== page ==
10 Historical Toys


1
Rocking Horse
The rocking horse wasn’t all play — riding horses was a skill many kids would eventually have to learn. The Denver Post via Getty Images

Toys have always served as a means of helping children learn adult skills in a fun, kid-friendly way, and the rocking horse is no exception. For centuries, horses were a vital part of life, crucial to transportation, hunting and sport. The earliest rocking horses served as a safe and easy way for kids to pick up basic riding skills, without the danger associated with falling off or being thrown off a real horse [source: Powerhouse Museum]. Sixteenth century models were homemade and built similar to cradles. It wasn't until the 18th century that the rocking horse took on its modern form, with carved wooden legs stretched over long, curved bows [source: Strong National Museum of Play]. By the mid- to late-19th century, mass production made the rocking horse more accessible to middle class families, and the toy enjoyed a golden age of popularity through the early 20th century.

In 1880, toy makers modified the classic bow design, adding a set of crossbars perpendicular to the bows. This so-called "safety rocking horse" made it more difficult for kids to tip the toy and reduced both injuries and damage to walls and furniture.

Author's Note: 10 Historical Toys

If you've ever spent any time around kids, you know that they'll always find a way to play. What surprised me as I researched this article was just how long kids have played with things we'd recognize today as toys. It's staggering to think that thousands of years ago, kids made their own rudimentary versions of jacks, yo-yos and hula-hoops. One can only marvel at the ingenuity of children and their determination to find fun regardless of the circumstances.

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Sources

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  • Brewer, Susan. "Famous Character Dolls." Casemate Publishers. 2013. (Nov. 24, 2014) http://books.google.com/books?id=Y95laWk98uoC&printsec=frontcover#v=onepage&q&f=false
  • British Museum, The. "Rag Doll." (Nov. 24, 2014) http://www.britishmuseum.org/explore/highlights/highlight_objects/gr/r/rag_doll.aspx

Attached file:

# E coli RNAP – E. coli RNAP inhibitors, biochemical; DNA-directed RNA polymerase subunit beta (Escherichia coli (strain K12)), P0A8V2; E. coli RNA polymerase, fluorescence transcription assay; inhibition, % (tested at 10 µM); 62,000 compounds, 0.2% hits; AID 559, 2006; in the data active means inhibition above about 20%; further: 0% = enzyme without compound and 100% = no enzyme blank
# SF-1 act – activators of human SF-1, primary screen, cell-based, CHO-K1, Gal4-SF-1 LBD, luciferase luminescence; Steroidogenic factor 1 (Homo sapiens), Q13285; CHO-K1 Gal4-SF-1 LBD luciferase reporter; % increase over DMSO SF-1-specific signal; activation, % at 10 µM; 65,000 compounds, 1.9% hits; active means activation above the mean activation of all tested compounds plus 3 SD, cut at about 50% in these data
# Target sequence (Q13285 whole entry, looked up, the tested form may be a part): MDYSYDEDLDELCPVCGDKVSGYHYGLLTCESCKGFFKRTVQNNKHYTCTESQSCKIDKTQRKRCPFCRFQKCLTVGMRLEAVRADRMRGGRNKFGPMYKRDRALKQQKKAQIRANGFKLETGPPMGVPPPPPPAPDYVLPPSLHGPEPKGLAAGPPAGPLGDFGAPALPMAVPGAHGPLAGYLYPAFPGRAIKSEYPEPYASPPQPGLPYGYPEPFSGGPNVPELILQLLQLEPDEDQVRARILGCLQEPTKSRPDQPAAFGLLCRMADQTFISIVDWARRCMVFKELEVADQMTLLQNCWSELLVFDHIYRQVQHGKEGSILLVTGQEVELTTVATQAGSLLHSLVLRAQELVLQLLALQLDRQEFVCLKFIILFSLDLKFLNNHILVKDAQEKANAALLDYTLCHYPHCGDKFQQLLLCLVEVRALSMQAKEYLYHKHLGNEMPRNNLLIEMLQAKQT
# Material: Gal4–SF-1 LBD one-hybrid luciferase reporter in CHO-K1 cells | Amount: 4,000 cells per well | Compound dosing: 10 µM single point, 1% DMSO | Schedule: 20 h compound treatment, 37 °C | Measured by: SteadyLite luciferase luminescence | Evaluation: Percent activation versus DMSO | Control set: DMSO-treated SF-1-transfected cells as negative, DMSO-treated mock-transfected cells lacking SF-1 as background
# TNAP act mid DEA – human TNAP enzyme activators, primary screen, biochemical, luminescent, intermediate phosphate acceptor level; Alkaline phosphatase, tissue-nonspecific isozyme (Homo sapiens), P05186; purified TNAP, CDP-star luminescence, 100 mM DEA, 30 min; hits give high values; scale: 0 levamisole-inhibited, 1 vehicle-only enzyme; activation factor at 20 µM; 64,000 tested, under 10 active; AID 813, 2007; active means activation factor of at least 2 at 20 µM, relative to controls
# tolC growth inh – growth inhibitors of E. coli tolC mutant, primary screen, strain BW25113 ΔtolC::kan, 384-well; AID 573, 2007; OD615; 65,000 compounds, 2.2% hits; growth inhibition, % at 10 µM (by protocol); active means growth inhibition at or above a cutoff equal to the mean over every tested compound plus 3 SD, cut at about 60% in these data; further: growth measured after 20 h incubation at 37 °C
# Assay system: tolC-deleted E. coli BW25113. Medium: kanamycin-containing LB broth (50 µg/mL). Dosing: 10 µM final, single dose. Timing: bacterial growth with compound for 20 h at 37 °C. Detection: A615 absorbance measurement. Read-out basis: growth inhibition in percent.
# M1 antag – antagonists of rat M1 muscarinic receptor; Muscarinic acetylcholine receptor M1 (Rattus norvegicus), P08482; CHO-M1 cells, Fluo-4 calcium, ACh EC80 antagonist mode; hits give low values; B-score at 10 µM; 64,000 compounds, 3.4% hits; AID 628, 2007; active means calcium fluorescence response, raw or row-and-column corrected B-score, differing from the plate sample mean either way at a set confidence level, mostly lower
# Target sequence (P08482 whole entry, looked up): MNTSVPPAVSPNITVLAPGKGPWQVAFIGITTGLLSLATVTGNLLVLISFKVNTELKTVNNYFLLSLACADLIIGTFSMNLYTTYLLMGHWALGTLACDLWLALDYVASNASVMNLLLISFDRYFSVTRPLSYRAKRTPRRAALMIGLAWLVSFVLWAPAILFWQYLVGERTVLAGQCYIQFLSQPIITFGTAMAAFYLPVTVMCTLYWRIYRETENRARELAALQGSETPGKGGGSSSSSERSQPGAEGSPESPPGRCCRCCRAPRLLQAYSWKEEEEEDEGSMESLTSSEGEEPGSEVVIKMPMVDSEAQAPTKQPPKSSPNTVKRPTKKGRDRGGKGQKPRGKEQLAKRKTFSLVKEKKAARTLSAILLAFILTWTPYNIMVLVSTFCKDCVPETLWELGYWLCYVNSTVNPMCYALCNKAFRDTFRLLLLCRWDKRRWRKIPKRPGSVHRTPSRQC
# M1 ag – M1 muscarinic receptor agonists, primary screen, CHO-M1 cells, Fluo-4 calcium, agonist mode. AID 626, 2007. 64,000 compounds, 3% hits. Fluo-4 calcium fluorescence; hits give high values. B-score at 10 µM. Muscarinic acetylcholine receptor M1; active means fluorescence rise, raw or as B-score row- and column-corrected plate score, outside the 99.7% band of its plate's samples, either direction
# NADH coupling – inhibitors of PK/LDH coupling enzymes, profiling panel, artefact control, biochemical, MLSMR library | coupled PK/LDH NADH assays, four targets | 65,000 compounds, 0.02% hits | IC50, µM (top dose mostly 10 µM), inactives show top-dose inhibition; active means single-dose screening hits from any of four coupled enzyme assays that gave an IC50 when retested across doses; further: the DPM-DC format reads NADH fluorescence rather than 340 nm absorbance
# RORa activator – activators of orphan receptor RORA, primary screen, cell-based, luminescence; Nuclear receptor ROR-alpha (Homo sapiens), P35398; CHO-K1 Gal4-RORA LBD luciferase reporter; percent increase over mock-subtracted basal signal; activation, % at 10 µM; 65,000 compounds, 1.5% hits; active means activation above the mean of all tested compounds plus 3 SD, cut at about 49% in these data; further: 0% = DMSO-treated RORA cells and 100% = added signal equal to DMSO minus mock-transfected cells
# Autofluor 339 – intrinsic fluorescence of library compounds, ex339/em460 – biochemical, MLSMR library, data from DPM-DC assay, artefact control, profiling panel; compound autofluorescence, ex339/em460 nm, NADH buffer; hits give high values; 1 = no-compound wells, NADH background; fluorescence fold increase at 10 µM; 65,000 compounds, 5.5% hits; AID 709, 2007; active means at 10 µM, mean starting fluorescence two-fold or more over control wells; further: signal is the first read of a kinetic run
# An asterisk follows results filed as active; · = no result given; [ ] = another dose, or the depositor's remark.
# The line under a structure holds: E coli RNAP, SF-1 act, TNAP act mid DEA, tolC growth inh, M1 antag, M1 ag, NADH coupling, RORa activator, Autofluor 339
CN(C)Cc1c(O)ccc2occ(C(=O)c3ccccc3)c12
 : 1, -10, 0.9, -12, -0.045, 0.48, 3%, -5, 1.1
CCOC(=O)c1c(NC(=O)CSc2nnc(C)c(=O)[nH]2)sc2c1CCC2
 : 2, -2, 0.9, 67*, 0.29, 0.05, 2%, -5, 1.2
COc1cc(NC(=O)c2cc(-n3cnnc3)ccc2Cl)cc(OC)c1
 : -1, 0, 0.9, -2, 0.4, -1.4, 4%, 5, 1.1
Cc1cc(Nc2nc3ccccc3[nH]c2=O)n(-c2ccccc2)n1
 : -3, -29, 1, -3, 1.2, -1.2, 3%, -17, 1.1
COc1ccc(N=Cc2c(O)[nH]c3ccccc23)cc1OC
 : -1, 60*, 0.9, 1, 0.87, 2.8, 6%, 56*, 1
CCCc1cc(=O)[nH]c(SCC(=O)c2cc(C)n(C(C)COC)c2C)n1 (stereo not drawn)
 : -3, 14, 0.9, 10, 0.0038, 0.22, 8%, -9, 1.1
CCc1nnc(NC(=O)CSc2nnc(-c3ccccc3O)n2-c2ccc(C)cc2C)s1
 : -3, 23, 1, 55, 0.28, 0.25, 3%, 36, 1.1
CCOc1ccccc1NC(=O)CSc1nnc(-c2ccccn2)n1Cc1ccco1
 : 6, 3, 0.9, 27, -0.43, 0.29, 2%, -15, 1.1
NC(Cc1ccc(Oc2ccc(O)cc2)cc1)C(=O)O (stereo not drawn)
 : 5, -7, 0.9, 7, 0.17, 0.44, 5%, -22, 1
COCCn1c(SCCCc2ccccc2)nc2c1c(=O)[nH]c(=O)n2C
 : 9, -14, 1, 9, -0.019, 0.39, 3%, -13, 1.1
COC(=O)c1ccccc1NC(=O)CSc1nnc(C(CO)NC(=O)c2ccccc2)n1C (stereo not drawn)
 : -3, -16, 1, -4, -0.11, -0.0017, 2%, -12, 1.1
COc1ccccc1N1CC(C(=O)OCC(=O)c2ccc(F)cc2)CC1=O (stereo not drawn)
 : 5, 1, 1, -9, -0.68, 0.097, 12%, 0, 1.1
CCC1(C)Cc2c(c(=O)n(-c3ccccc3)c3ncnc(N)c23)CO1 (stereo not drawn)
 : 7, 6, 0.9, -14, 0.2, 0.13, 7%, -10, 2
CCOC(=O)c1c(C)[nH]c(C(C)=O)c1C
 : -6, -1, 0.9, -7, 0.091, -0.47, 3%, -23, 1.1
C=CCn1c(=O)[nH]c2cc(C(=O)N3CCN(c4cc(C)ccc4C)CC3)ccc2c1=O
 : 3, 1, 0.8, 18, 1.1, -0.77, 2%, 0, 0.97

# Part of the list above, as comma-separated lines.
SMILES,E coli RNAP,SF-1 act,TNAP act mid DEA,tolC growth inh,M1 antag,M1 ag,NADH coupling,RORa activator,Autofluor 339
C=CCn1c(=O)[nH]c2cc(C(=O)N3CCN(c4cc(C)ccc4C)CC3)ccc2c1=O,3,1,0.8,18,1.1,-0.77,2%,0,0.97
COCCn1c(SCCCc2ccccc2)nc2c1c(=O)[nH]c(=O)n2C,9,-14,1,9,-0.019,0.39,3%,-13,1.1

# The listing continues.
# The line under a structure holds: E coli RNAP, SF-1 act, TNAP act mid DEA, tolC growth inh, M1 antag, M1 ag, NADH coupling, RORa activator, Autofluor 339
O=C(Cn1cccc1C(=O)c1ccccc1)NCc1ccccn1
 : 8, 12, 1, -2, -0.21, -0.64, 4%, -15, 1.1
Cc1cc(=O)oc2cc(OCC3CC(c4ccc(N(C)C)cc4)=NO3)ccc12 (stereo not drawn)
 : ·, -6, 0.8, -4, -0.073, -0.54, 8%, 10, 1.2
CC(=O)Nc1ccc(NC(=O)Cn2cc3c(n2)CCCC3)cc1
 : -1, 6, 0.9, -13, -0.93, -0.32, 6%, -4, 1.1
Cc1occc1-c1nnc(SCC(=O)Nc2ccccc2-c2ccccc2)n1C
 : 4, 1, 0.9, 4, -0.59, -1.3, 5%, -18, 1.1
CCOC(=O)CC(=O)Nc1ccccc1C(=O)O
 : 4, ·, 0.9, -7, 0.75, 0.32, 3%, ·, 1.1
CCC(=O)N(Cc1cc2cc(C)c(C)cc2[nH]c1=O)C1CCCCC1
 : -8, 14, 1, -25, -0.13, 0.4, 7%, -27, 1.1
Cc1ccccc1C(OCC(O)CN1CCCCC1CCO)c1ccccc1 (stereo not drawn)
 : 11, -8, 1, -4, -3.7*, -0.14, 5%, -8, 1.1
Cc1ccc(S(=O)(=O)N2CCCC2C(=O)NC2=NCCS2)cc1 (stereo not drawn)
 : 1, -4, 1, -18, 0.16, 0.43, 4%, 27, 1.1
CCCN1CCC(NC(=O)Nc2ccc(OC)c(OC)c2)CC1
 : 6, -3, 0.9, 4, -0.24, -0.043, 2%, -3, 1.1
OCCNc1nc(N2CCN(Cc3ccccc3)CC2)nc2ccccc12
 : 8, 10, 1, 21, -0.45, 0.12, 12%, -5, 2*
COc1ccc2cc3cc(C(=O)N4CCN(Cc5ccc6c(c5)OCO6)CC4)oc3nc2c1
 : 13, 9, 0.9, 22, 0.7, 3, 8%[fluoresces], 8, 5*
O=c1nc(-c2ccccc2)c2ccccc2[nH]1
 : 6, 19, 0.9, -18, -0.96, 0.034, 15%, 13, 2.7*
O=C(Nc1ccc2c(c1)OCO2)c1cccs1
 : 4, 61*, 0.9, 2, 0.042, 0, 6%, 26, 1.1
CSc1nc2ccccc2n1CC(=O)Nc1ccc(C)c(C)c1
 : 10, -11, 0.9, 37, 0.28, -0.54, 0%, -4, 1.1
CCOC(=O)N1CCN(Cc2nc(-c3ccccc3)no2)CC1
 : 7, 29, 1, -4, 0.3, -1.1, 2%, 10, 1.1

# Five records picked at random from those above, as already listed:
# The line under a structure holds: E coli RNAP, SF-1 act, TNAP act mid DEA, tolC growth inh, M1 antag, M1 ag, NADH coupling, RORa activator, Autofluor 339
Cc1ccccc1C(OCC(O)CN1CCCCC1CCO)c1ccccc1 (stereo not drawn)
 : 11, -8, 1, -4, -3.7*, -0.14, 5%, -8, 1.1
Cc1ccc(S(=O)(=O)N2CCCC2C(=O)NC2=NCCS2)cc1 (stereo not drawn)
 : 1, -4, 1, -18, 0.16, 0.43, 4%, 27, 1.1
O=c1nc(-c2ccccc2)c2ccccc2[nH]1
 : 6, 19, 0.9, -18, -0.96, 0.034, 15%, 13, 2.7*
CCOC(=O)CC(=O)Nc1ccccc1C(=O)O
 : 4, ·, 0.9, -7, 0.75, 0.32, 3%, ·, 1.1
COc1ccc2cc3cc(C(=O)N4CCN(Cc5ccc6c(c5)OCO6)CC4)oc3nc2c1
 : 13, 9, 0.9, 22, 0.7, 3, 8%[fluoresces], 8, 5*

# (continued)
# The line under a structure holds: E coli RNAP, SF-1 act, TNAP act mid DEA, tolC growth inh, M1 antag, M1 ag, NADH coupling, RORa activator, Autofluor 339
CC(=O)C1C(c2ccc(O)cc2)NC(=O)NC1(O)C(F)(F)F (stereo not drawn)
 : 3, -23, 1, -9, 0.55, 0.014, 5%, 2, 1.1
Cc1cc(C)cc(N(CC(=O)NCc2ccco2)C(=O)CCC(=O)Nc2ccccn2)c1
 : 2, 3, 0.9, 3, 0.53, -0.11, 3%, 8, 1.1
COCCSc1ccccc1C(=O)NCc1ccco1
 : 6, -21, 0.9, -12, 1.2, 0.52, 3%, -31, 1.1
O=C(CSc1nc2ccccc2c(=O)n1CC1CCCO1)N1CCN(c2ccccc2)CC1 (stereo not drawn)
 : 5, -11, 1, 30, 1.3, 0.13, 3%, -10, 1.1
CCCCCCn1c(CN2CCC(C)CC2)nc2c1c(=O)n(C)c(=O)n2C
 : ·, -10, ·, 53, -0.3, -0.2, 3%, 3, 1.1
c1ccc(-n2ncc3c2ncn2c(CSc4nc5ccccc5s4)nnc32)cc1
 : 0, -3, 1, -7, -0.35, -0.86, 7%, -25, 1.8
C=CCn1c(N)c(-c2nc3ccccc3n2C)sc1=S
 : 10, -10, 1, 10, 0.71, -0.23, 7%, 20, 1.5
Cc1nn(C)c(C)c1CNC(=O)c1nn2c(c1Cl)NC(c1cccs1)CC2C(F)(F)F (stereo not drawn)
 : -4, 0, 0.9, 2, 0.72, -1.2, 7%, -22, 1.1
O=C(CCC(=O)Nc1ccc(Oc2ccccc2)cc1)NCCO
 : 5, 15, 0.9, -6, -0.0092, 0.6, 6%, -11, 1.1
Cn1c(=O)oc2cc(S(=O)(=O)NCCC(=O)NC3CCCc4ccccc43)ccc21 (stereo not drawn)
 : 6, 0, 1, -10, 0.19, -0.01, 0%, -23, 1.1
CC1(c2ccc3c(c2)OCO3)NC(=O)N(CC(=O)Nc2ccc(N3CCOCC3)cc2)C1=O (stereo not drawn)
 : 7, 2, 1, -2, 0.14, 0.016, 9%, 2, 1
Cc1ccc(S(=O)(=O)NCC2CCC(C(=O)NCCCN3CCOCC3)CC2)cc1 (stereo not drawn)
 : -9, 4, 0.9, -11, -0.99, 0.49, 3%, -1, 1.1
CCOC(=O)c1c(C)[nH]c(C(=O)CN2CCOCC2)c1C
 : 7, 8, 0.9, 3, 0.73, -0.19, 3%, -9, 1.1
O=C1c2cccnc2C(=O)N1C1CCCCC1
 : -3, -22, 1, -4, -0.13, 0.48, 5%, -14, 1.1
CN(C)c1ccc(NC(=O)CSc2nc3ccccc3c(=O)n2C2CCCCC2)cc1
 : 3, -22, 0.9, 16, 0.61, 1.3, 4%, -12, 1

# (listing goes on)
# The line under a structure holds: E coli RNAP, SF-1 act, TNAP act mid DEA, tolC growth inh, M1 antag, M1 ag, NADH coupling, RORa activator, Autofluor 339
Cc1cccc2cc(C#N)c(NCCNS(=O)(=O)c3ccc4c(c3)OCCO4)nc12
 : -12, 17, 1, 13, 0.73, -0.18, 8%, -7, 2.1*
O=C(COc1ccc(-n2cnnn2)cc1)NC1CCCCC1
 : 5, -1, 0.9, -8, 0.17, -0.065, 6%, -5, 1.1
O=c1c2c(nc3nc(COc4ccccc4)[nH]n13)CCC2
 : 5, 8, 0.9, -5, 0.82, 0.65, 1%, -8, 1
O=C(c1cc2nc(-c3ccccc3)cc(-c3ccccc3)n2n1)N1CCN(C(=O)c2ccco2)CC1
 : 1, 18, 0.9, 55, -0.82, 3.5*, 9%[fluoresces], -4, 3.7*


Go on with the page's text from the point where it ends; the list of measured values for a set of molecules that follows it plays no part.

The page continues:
• Boyle, Laura. "The Game of Graces." The Jane Austen Centre. March 12, 2013. (Nov. 24, 2014) http://www.janeausten.co.uk/the-game-graces/
  • McMahon, Felicia. "History of Toys." Encyclopedia Britannica. May 15, 2014. (Nov. 24, 2014) http://www.britannica.com/EBchecked/topic/601284/toy/274906/History-of-toys
  • Patrick, Bethanne Kelly and John Milliken Thompson. "An Uncommon History of Common Things." National Geographic Books. 2009.
  • Powerhouse Museum. "Rocking Horse, 1875-1900." (Nov. 24, 2014) http://www.powerhousemuseum.com/collection/database/?irn=37763
  • Scott, Sharon. "Toys and American Culture." Greenwood. 2009.
  • Sobey, Ed and Sobey, Woody. "The Way Toys Work." Chicago Review Press. 2008.
  • Strong National Museum of Play. "Duncan Yo-Yo." (Nov. 24, 2014) http://www.toyhalloffame.org/toys/duncan-yo-yo
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  • Strong National Museum of Play. "Jacks." (Nov. 24, 2014) http://www.toyhalloffame.org/toys/jacks
  • Strong National Museum of Play. "Lincoln Logs." (Nov. 24, 2014) http://www.toyhalloffame.org/toys/lincoln-logs
  • Strong National Museum of Play. "Marbles." (Nov. 24, 2014) http://www.toyhalloffame.org/toys/marbles
  • Strong National Museum of Play. "Rocking Horse." (Nov. 24, 2014) http://www.toyhalloffame.org/toys/rocking-horse
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  • University of Waterloo. "Bilboquet: Cup and Ball or Ring and Pin Games." (Nov. 24, 2014) http://www.gamesmuseum.uwaterloo.ca/VirtualExhibits/bilboquet/pages/

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